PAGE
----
Tag: Dr Vino

Nov 11 2010

Chenin Blanc: A Worthy Alternative to Sauvignon Blanc!

Posted on November 11, 2010 | By merrill@cellarit.com

Dr Vino recently interviewed South African winemaker Ken Forrester, Talking Chenin Blanc with Ken Forrester of South Africa, 29 October 2010. The article caught my attention, because Forrester has made chenin blanc a specialty at his eponymous winery in Stellenborsch. I had tasted the Redgate Chenin Blanc 2010 and the Voyager Estate Chenin Blanc 2009 at the Margaret River in Sydney event last week, so I was keen to learn a little more about this aromatic and lively white wine.

In the interview Forrester explained his relationship with the grape: “It is like a cat: when you call it, it looks at you quizzically, then an hour later he’s there rubbing your leg with a look saying, ‘you called’? Same with Chenin: you put it in barrel and taste it and it doesn’t taste like much right away. But when you come back in six months, it has transformed, leaving you wondering, ‘Gee, where did that come from?’ ”

Chenin blanc is the white wine variety of the Loire Valley in France, where it is also known as Pineau de la Loire. Its high acidity gives it great versatility. Wines utilising chenin blanc range from dry to semi-sweet to rich botrytised dessert wines and sparkling whites. Well made chenin blanc is any style typically exhibits floral, honeyed aromas, tropical fruit flavours and a zesty acidity that mellows as the wine develops depth and complexity with age.

Probably the most famous French expressions of chenin blanc are the Loire’s great sweet wines. Domaine le Haut Lieu (Gaston Huet) Vouvray, for example, makes sweet wines that are almost on the same pedestal as the fabled Chateau d’Yquem. These wines are renowned for their ageability, the best lasting decades or longer.

Outside of France chenin blanc has a spotted history. In South … Read the rest

Sep 09 2010

Promoting Greener Wine Packaging!

Posted on September 09, 2010 | By merrill@cellarit.com

My earlier post  New Ideas for Preventing Oxidation in Opened Wine Bottles, 13 September 2010, mentioned a 23 litre demijohn of red wine that is becoming a familiar site on the counter-tops of many Sydney bars and restaurants.  It’s called Winter Twenty 10 by Voice of the People, and one of its advantages from a packaging point of view is that waiters can refill empty wine bottles from the demijohn.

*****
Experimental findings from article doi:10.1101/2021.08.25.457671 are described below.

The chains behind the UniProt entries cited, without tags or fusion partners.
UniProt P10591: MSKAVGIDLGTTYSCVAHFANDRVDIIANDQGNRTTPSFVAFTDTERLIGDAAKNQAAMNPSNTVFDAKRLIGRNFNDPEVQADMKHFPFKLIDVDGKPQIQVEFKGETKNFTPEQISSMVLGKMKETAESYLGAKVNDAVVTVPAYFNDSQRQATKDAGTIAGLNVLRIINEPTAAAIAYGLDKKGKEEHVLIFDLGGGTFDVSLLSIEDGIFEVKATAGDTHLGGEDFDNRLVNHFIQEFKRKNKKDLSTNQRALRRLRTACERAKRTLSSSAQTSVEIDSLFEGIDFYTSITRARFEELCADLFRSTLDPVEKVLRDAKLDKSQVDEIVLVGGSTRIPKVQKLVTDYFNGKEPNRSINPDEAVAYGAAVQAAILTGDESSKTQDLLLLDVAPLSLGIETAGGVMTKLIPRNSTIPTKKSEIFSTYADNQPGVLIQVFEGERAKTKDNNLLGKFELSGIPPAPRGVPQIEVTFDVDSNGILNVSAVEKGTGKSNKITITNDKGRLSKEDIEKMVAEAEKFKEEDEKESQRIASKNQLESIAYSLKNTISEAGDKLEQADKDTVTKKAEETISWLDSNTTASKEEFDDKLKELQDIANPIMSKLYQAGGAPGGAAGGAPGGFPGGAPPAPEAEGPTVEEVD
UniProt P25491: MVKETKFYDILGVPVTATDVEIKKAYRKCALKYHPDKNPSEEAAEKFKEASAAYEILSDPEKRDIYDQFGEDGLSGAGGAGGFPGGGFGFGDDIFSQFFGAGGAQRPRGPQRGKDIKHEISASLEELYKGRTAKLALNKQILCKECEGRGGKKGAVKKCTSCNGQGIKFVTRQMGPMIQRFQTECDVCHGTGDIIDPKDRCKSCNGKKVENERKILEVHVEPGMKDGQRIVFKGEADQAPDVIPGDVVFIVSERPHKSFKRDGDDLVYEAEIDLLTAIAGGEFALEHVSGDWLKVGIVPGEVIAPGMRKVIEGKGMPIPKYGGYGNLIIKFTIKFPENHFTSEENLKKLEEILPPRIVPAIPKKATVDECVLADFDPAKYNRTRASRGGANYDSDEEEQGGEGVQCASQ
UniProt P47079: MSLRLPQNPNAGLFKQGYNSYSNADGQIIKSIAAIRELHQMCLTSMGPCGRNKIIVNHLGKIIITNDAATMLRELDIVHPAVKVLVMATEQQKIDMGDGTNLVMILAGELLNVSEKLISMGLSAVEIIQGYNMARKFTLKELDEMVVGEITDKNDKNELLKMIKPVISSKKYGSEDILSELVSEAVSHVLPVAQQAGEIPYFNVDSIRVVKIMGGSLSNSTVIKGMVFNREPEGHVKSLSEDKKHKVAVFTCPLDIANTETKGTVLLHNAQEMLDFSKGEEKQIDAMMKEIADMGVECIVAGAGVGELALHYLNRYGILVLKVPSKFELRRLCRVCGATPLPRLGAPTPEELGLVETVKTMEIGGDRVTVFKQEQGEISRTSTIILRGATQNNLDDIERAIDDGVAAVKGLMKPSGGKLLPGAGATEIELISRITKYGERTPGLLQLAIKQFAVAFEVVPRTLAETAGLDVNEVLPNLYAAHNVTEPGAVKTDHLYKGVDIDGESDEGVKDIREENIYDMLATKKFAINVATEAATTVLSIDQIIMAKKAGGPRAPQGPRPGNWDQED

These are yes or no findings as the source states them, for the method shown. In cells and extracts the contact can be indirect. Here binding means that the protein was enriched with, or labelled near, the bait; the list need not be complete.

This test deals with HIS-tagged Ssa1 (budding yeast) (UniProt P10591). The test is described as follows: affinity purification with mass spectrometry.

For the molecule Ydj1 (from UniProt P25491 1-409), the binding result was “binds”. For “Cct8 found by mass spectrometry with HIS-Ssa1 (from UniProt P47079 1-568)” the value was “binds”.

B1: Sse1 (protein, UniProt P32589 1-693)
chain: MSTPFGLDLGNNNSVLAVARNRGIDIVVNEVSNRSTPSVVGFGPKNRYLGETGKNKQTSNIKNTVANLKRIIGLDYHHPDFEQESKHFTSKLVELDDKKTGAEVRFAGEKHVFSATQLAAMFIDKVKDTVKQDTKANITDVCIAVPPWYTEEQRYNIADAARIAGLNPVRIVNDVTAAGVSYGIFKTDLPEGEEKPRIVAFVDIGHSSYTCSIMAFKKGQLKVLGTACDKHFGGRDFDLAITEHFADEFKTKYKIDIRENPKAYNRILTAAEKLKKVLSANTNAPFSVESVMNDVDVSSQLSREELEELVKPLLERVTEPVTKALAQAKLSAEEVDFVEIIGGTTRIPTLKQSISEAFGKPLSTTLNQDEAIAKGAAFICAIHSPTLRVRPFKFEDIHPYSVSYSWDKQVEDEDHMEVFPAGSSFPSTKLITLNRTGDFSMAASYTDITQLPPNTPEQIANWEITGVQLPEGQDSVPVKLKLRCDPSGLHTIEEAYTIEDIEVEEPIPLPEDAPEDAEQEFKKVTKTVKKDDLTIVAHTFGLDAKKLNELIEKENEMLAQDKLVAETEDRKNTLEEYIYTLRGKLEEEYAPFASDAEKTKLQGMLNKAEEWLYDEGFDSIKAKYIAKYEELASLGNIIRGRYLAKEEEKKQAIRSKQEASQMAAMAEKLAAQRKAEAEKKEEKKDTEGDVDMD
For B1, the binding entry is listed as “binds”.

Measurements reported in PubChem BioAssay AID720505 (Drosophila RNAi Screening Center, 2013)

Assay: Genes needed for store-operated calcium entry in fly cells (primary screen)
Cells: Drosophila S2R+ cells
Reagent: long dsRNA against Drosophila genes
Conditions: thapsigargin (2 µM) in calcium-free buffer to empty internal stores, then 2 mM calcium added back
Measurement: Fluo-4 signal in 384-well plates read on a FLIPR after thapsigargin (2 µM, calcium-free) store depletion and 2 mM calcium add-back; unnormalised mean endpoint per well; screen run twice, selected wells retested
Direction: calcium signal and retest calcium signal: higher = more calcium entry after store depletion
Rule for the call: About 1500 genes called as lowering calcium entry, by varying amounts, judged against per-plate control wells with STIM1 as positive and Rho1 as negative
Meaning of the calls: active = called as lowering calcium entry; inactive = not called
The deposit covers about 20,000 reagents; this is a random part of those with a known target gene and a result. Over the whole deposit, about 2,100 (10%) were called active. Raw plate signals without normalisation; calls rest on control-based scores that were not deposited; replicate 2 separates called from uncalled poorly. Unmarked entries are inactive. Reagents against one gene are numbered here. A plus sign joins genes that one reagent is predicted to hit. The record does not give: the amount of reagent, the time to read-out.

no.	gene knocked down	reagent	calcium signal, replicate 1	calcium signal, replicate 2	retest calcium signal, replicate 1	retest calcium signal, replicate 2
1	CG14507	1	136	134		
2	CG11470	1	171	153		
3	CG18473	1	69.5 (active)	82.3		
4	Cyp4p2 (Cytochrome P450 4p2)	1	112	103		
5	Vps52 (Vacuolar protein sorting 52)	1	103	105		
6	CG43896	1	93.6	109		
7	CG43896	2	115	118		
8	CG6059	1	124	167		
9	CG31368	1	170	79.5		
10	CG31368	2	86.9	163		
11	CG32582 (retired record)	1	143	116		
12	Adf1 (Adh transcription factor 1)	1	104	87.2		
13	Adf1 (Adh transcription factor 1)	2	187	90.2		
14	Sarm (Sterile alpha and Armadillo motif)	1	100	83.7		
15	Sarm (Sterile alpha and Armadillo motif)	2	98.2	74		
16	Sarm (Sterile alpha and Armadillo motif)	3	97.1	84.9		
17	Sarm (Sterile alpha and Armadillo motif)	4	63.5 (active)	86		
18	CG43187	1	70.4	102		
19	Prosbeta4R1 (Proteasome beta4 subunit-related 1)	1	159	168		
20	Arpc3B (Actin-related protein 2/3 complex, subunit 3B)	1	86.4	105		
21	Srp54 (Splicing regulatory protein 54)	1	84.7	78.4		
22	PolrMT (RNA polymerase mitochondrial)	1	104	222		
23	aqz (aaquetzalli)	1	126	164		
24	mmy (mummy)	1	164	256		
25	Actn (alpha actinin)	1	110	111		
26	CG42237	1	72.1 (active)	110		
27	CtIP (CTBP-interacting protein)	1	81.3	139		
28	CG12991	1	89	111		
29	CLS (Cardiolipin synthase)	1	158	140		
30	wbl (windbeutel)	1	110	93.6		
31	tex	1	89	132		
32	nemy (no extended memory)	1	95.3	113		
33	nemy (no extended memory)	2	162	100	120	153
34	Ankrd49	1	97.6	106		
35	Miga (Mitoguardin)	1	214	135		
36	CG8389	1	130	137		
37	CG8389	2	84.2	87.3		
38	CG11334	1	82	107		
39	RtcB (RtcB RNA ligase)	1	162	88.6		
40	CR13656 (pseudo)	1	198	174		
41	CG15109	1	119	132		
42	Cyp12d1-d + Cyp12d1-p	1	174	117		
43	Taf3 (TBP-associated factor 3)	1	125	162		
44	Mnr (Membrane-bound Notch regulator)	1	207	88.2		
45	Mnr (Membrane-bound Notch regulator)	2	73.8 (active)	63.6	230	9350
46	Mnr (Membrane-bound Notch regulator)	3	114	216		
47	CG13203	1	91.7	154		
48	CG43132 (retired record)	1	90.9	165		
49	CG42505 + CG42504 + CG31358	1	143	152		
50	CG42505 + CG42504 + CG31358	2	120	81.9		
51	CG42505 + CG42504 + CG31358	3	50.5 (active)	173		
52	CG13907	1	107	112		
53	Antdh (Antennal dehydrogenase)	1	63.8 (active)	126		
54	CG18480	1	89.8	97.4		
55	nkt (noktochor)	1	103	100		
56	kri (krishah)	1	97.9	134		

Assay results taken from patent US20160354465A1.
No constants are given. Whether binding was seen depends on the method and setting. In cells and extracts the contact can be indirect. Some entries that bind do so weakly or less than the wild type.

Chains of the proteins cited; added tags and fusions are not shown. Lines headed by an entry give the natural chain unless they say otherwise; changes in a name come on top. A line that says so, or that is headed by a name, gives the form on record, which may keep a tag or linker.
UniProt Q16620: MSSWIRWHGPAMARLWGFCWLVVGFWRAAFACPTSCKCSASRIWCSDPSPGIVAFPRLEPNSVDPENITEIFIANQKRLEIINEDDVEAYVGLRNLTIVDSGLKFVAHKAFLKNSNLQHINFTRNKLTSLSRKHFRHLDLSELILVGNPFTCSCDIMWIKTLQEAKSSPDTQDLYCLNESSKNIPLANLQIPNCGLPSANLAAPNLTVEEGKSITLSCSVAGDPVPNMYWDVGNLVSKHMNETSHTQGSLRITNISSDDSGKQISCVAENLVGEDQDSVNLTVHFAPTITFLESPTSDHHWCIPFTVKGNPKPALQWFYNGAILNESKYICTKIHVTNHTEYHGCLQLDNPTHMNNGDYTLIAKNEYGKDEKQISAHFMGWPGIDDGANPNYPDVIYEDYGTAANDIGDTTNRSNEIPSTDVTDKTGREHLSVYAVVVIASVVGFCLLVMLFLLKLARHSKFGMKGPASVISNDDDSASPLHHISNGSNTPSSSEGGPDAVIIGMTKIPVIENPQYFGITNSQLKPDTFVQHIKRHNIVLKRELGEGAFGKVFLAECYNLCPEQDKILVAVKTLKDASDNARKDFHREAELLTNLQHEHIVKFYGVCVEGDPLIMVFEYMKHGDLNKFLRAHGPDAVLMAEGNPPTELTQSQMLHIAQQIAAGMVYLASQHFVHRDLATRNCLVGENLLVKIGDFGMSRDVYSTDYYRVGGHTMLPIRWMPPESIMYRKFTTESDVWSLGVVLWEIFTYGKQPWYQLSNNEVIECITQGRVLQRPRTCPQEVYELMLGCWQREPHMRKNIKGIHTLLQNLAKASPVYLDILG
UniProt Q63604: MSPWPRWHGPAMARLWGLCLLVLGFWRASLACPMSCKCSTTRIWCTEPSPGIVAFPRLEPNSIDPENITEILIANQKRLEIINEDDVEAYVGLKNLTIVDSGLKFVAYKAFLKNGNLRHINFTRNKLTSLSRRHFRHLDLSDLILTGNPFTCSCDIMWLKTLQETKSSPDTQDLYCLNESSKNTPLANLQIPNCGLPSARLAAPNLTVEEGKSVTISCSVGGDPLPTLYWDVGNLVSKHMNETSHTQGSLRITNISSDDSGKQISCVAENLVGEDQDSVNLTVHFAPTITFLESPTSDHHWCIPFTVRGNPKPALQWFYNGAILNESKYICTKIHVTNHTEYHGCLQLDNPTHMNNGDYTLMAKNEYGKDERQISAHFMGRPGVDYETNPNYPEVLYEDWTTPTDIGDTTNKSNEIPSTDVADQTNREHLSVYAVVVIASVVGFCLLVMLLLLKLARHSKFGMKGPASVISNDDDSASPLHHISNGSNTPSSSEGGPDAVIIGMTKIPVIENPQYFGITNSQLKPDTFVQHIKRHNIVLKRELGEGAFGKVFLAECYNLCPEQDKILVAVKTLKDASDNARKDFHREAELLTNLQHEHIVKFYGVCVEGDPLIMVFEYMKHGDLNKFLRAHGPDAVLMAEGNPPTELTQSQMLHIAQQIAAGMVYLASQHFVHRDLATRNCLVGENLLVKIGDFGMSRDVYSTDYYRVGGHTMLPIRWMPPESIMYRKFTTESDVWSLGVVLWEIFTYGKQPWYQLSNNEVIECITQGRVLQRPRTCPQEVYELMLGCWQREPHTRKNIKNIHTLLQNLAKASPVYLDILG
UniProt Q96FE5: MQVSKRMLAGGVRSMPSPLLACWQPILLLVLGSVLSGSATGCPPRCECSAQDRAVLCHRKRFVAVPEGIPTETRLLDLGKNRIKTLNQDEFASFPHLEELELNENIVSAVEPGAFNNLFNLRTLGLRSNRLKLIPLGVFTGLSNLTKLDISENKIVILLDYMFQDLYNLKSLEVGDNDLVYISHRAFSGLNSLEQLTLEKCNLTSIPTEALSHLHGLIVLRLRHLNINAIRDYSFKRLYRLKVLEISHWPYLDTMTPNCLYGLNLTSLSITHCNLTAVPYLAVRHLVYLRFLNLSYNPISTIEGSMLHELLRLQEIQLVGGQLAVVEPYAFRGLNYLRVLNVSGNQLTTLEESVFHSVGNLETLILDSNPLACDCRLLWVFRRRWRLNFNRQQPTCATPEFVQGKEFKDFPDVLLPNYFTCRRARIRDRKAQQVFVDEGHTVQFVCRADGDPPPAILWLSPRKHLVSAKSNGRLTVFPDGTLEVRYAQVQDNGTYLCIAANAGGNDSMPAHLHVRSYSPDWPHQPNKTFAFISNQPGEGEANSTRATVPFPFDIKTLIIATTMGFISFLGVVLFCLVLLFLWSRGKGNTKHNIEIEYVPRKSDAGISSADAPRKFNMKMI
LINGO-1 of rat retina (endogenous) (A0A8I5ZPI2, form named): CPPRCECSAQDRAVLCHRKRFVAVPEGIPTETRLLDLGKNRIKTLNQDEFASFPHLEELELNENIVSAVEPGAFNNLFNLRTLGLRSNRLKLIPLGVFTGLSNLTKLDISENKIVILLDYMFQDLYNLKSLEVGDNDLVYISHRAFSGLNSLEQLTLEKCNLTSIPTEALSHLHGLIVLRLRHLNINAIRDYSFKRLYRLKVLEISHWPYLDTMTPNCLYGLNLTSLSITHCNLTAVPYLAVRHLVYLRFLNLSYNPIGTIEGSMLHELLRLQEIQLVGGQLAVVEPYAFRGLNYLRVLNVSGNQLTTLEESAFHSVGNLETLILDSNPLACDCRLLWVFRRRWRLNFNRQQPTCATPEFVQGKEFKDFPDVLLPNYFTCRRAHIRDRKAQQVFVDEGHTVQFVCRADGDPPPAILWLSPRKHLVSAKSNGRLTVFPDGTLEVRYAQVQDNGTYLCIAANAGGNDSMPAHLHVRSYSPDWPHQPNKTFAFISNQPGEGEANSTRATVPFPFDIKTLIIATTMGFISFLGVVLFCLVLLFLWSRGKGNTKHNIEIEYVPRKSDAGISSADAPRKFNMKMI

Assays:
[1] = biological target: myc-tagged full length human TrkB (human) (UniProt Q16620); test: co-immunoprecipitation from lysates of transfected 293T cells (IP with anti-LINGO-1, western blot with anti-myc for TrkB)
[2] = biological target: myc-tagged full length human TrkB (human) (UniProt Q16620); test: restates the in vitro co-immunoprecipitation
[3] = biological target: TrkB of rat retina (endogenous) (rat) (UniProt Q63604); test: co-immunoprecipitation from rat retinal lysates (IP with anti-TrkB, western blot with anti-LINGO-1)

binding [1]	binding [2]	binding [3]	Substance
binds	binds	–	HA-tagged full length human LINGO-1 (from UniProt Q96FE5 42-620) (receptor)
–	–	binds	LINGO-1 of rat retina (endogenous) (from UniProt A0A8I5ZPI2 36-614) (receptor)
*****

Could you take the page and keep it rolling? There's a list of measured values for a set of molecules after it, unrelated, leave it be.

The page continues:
Net Green News recently reported that an Idaho winery in the United States is working to reduce its carbon footprint by starting a refillable bottle program, Idaho Refills Wine Bottles, 19 September 2010. Pend d’Oreille Winery in Sandpoint, Idaho sells a 1.5 liter bottle of bistro rouge for $US25 dollars, which can be refilled for $US16 with the winemaker’s choice blend. So far the program, which was launched 18 months ago, is proving a great success with buyers who like the discount on the refill and the green message. By silk-screening the label onto the bottle, the winery has cleverly gotten around the problem of label peel when the bottle is cleaned.

The trend towards greener packaging of wine seems to be accelerating. Dave M’Intyre of The Washington Post reported that Owens-Illinois, the world’s largest producer of glass packaging, is taking several steps to reduce its carbon footprint. Soon it will begin manufacturing wine bottles that weigh up to up to 27 percent less than similar bottles in its current product line, and by 2017 it plans to produce 60 per cent of all new bottles from recycled glass, Wine to go greener: bottles get lighter, 2 June 2010. According to the company, every 10 percent of recycled glass used in producing new bottles cuts carbon emissions by 5 percent and energy consumption by 3 percent.

Liz Alderman … Read the rest

Sep 09 2010

What Makes a Great Wine Label?

Posted on September 09, 2010 | By merrill@cellarit.com

As Dr Vino recently reported, Before the Courts: Cristal ($299) defeats Cristalino ($5.99), 3 August 2010, Louis Roederer, maker of Cristal champagne, recently won its trademark infringement lawsuit against J. Garcia Carrion SA over the misleadingly similar name and labeling of Carrion’s $US5.99 Spanish sparkling Cristalino.

While most wine lovers would concur with the old adage ‘that you can’t judge a book by its cover’, no-one can deny that a distinctive label gives a brand a strong visual identity and is the basis on which many consumers make their decisions. The phenomenal overseas success of Yellow Tail, for example, can be attributed in part to the eye-catching, wallaby on the label.

So what makes a great wine label?

I am struck by how much I liked the Dalwhinnie Moonambel label. (As few years ago I catalogued the wine of a collector who was a big fan of Dalwhinnie, so I handled a lot of them!)  No gold background or cute Australian fauna on this label.  Just elegant black lettering against a plain wine background! Even if I’d known nothing about this celebrated Pyrenees artisanal winery, I would have trusted the quality of the wine based on the quiet sophistication of the label.

But as Peter Bourne observes in his article, Willing  & Label, Qantas The Australian Way, August 2010, with over “2400 Australian wine brands vying for consumer dollars, … those with an eye-catching label are more likely to make a sale. And, assuming the wine is decent (and the majority of Australian wines are) a casual wine buy will become a dedicated consumer, which, after all, is the name of the (label) game.”

A few years ago, Alder Yarrow of Vinography: A Wine Blog wrote a very amusing post about the dangers of being seduced by eye-catching label, … Read the rest